So what happens if you put a saltwater jellyfish in freshwater?
When the jellyfish is put into a hypotonic solution, such as water, there is a higher concentration of salt in the jellyfish. In order to balance out the salt to water ratio, water flows into the jellyfish.
This is a good example of osmosis. A process by which molecules of a solvent (water) tend to pass through a semipermeable membrane from a less concentrated solution into a more concentrated one. This equalizes the concentrations on each side of the membrane.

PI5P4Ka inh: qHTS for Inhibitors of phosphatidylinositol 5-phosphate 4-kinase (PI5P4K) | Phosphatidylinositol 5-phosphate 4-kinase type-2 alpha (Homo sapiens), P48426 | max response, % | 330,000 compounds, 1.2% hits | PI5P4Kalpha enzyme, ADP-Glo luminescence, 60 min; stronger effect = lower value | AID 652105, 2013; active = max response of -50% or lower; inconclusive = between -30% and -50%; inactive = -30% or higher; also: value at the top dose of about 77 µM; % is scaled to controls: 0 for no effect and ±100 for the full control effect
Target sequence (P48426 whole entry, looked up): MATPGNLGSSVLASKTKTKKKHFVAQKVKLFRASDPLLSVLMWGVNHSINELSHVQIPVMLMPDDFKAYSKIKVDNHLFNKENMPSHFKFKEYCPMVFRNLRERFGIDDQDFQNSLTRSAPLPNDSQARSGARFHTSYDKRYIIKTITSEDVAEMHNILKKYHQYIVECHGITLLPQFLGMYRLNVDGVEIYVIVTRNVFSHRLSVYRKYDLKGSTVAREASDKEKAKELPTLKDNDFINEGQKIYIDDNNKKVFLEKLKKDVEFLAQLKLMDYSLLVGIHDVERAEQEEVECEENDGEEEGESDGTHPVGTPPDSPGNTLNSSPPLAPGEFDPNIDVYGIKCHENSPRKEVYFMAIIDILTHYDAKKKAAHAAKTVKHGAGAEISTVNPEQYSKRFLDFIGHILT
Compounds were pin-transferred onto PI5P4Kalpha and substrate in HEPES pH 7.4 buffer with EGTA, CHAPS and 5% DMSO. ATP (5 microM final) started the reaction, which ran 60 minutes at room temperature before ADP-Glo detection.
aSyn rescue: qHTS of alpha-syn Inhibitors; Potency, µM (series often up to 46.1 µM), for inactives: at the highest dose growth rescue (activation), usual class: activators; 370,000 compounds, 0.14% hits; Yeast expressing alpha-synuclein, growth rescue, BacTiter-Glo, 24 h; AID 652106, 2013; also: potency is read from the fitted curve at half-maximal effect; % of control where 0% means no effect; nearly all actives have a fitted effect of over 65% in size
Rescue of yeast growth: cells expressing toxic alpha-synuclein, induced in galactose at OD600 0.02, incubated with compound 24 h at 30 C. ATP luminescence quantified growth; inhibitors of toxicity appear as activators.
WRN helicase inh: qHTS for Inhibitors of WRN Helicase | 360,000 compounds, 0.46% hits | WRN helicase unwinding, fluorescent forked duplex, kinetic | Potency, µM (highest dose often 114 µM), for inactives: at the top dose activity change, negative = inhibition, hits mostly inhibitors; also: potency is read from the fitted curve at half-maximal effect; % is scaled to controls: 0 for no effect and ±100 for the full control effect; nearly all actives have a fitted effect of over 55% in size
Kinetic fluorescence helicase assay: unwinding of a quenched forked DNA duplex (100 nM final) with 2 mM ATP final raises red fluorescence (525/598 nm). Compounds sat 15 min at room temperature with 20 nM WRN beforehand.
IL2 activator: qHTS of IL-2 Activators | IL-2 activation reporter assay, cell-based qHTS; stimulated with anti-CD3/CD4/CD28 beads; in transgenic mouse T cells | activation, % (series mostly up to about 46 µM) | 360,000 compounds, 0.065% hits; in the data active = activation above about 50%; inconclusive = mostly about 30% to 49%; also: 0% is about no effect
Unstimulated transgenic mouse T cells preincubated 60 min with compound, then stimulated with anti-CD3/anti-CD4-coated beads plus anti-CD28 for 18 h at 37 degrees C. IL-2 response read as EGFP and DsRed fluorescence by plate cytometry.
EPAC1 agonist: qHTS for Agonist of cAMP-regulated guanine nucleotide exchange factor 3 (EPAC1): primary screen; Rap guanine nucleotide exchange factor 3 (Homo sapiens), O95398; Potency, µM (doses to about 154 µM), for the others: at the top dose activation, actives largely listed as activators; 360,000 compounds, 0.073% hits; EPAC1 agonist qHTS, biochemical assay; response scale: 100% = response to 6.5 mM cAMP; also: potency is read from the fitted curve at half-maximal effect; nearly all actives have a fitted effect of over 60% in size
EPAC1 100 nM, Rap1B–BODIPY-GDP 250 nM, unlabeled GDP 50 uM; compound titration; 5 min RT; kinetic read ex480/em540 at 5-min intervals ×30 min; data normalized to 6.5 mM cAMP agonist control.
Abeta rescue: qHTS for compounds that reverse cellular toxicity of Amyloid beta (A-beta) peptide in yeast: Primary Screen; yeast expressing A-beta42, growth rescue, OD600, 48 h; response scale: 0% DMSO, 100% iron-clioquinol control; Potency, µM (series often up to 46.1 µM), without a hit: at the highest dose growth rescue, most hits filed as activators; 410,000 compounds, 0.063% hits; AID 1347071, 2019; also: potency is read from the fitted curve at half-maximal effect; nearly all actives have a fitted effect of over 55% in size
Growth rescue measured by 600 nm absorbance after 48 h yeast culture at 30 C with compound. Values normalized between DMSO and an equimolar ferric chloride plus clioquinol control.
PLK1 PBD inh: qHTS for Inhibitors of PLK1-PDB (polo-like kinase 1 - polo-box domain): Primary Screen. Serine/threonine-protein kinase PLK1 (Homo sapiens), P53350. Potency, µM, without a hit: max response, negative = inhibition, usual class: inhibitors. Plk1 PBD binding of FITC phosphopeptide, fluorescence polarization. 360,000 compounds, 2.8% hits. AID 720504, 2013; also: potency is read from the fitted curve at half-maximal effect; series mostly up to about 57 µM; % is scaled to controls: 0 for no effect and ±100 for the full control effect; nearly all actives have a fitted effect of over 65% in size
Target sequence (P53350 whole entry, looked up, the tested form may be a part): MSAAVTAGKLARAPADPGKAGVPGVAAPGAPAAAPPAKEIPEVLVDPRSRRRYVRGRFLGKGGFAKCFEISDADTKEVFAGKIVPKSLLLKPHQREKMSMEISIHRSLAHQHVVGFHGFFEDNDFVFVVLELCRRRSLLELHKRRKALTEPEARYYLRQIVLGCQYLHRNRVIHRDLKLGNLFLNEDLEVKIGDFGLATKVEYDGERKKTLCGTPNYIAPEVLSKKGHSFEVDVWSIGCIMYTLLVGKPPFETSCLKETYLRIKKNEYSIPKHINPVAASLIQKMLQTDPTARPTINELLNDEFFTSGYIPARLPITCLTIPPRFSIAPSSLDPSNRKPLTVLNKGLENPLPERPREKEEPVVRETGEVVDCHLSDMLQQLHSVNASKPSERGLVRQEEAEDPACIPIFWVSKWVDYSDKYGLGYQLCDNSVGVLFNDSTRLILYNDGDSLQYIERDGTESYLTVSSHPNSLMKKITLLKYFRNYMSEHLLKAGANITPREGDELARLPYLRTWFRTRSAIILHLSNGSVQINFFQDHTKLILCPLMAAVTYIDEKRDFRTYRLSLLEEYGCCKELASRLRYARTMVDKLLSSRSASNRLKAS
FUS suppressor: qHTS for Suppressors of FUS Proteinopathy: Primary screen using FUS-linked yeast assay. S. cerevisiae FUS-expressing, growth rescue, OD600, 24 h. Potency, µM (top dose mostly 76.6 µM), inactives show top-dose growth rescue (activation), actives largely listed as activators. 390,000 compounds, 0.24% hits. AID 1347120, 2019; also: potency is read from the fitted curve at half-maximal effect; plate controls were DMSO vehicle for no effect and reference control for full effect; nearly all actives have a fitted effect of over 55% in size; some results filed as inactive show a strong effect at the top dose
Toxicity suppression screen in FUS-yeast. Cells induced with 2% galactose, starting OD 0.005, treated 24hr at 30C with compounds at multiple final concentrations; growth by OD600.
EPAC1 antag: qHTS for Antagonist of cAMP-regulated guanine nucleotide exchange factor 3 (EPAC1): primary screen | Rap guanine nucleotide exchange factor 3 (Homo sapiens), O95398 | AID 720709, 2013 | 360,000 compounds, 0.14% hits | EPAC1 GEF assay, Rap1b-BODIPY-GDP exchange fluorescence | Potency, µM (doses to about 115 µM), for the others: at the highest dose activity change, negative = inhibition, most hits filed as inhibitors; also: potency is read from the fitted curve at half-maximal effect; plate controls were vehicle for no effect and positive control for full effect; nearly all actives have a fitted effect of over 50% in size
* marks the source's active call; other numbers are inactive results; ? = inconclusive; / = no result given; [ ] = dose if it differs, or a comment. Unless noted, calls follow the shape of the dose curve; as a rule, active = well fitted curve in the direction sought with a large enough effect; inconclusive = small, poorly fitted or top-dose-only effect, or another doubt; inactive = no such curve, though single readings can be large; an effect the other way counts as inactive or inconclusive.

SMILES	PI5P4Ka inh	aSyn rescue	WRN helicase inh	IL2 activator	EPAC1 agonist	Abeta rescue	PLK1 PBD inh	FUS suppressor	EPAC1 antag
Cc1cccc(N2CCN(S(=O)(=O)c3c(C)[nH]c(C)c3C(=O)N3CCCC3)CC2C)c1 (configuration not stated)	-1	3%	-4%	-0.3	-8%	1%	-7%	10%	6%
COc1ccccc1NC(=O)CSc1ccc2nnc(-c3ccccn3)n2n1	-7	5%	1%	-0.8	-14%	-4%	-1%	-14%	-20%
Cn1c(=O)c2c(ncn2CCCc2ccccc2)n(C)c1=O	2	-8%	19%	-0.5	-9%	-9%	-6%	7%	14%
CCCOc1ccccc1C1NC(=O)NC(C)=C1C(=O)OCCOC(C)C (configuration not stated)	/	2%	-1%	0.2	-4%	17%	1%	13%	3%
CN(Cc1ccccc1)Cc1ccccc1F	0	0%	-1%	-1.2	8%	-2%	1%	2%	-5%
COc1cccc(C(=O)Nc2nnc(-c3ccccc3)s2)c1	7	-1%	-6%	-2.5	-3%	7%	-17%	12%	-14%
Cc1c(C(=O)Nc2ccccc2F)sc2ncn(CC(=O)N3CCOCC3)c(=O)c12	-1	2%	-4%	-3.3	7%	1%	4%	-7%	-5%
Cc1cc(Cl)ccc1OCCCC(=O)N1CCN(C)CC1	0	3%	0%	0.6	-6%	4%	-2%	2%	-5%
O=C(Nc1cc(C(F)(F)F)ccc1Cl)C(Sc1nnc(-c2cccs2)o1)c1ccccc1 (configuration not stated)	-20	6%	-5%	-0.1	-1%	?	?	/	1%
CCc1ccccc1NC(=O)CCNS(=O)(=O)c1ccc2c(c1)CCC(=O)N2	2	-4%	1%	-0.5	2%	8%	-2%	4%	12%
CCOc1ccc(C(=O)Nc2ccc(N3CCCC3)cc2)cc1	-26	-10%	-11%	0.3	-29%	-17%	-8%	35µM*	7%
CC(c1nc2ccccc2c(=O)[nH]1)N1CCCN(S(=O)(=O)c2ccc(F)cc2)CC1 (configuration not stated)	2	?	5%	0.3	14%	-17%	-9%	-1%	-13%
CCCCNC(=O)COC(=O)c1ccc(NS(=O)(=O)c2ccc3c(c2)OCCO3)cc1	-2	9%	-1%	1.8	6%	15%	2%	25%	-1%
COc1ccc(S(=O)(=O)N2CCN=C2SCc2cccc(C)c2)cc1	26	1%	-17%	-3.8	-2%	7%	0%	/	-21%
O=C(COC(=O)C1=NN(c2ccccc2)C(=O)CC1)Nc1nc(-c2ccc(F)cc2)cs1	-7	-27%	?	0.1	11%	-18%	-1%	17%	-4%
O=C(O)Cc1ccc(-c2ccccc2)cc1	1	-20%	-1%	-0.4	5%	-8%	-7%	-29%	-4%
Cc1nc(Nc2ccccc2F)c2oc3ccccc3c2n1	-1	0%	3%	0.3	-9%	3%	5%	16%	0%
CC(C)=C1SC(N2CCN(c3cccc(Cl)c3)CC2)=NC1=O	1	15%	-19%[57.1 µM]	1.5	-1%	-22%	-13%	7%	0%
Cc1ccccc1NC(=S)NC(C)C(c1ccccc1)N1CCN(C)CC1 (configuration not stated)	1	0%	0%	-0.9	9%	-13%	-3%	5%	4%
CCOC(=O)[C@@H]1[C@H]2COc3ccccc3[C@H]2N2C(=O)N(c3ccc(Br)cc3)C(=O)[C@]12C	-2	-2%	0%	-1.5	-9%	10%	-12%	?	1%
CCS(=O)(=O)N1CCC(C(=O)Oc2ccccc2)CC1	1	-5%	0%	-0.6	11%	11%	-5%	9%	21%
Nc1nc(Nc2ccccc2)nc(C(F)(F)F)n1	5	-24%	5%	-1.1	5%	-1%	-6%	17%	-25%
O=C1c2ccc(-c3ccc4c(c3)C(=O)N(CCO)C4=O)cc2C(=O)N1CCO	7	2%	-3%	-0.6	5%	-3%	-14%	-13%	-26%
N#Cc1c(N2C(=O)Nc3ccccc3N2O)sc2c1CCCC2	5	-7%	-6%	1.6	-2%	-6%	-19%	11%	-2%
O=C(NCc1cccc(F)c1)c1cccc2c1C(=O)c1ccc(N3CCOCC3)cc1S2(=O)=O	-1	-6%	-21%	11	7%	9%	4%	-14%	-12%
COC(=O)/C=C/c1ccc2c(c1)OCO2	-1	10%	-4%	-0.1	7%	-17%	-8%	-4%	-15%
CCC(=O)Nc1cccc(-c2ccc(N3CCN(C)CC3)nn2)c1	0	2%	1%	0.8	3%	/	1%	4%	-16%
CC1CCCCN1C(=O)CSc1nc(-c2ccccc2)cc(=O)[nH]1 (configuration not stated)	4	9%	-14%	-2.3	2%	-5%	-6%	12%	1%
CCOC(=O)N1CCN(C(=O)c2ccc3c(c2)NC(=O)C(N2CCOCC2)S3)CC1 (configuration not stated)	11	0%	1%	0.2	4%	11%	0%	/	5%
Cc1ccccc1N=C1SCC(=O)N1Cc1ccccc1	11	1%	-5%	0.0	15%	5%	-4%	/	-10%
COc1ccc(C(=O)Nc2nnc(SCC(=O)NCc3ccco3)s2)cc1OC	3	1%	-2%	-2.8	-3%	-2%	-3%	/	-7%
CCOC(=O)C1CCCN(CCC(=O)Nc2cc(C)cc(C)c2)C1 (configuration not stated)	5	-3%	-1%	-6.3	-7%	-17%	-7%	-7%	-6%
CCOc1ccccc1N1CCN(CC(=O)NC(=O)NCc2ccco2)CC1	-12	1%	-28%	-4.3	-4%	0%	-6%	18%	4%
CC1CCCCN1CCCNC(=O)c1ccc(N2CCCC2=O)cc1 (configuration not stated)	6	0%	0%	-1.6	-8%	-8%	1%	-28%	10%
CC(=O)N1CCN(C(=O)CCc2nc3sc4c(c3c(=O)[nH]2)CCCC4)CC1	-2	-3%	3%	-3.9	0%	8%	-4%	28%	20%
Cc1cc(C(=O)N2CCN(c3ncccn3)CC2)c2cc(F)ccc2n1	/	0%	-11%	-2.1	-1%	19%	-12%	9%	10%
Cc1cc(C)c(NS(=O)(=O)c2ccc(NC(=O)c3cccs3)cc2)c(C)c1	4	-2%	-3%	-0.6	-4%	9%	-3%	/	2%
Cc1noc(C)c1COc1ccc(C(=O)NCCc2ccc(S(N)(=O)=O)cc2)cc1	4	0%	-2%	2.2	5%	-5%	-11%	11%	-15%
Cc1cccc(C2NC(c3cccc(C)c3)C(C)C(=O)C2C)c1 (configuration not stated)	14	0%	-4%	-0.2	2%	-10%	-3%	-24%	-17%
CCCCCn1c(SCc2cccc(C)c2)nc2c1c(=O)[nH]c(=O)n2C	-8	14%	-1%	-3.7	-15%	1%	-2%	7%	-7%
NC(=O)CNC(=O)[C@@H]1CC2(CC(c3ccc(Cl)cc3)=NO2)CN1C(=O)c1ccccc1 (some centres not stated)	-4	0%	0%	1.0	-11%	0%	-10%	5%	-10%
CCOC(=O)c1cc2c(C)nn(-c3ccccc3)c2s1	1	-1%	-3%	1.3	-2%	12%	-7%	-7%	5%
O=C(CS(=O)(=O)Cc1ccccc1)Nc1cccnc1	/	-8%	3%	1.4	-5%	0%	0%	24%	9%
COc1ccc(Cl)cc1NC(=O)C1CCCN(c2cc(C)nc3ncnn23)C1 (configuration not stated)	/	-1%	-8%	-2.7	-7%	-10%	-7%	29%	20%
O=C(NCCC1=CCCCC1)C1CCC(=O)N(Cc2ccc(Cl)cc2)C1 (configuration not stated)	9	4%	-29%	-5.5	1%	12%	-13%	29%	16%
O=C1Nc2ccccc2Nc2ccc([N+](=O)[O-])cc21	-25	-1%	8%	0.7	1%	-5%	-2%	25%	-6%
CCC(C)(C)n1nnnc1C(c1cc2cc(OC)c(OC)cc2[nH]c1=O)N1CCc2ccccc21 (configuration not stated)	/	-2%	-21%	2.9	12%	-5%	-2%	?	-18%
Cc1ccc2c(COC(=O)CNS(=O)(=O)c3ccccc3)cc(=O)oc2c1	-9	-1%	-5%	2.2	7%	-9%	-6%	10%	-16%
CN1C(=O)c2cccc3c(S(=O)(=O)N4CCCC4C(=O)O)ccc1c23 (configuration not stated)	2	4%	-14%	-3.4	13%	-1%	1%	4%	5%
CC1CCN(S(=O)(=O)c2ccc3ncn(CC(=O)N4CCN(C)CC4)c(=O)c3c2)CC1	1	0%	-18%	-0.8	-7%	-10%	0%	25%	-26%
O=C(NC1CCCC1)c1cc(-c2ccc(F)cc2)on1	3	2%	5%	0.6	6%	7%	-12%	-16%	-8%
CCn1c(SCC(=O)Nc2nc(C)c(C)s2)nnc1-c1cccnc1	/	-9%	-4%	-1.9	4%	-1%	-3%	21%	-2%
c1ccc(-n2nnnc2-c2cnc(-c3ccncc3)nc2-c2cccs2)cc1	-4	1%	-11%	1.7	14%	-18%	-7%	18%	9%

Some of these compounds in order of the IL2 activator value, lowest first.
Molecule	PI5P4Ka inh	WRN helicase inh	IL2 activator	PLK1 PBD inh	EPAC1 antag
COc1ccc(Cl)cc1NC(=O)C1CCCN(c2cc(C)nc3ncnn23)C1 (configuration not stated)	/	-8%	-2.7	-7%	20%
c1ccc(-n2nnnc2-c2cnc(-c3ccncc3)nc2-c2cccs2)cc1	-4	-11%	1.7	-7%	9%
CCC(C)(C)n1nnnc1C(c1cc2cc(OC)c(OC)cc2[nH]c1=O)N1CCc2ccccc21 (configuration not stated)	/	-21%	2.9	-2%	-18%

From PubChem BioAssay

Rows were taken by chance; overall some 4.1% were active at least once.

The jellyfish will take on water and become larger until it bursts.
When the jellyfish was in saltwater it was in an isotonic solution, meaning that the water to salt ratio was equal both in and out of the jellyfish. So water would move in and out of the jellyfish at the same rate without the jellyfish expanding or shrinking.
If the jellyfish was in a hypertonic solution with a higher salt to water ratio outside the jellyfish than inside, the water would be sucked out of the jellyfish in an attempt to create an isotonic solution. In the end the jellyfish would shrink.